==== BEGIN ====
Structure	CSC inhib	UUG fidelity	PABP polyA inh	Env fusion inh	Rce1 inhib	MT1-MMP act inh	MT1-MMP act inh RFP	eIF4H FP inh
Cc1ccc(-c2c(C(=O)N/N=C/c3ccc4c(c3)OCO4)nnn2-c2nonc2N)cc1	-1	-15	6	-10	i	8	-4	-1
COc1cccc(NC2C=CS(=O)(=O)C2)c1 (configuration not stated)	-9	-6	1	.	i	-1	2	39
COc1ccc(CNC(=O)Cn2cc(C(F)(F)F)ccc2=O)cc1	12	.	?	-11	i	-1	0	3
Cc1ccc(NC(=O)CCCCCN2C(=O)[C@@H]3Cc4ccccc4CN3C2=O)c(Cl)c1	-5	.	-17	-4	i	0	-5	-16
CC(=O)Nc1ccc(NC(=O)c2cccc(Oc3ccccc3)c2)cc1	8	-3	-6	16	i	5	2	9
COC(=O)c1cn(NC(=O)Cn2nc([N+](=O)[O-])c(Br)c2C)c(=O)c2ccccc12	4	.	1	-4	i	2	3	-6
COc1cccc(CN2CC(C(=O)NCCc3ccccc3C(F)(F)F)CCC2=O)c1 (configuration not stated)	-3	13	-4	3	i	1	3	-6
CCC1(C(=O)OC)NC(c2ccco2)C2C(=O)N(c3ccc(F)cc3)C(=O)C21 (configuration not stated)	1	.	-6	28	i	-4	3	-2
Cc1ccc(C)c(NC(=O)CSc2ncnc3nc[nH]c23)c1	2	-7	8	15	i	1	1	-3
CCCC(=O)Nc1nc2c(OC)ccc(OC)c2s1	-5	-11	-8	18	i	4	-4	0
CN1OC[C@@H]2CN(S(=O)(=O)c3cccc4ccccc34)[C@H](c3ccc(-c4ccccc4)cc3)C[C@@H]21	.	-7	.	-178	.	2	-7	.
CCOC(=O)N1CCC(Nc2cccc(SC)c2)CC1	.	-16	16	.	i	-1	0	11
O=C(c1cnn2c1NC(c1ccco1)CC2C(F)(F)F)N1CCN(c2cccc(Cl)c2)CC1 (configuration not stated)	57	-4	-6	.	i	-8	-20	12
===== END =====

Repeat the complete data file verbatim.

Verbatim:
Structure	CSC inhib	UUG fidelity	PABP polyA inh	Env fusion inh	Rce1 inhib	MT1-MMP act inh	MT1-MMP act inh RFP	eIF4H FP inh
Cc1ccc(-c2c(C(=O)N/N=C/c3ccc4c(c3)OCO4)nnn2-c2nonc2N)cc1	-1	-15	6	-10	i	8	-4	-1
COc1cccc(NC2C=CS(=O)(=O)C2)c1 (configuration not stated)	-9	-6	1	.	i	-1	2	39
COc1ccc(CNC(=O)Cn2cc(C(F)(F)F)ccc2=O)cc1	12	.	?	-11	i	-1	0	3
Cc1ccc(NC(=O)CCCCCN2C(=O)[C@@H]3Cc4ccccc4CN3C2=O)c(Cl)c1	-5	.	-17	-4	i	0	-5	-16
CC(=O)Nc1ccc(NC(=O)c2cccc(Oc3ccccc3)c2)cc1	8	-3	-6	16	i	5	2	9
COC(=O)c1cn(NC(=O)Cn2nc([N+](=O)[O-])c(Br)c2C)c(=O)c2ccccc12	4	.	1	-4	i	2	3	-6
COc1cccc(CN2CC(C(=O)NCCc3ccccc3C(F)(F)F)CCC2=O)c1 (configuration not stated)	-3	13	-4	3	i	1	3	-6
CCC1(C(=O)OC)NC(c2ccco2)C2C(=O)N(c3ccc(F)cc3)C(=O)C21 (configuration not stated)	1	.	-6	28	i	-4	3	-2
Cc1ccc(C)c(NC(=O)CSc2ncnc3nc[nH]c23)c1	2	-7	8	15	i	1	1	-3
CCCC(=O)Nc1nc2c(OC)ccc(OC)c2s1	-5	-11	-8	18	i	4	-4	0
CN1OC[C@@H]2CN(S(=O)(=O)c3cccc4ccccc34)[C@H](c3ccc(-c4ccccc4)cc3)C[C@@H]21	.	-7	.	-178	.	2	-7	.
CCOC(=O)N1CCC(Nc2cccc(SC)c2)CC1	.	-16	16	.	i	-1	0	11
O=C(c1cnn2c1NC(c1ccco1)CC2C(F)(F)F)N1CCN(c2cccc(Cl)c2)CC1 (configuration not stated)	57	-4	-6	.	i	-8	-20	12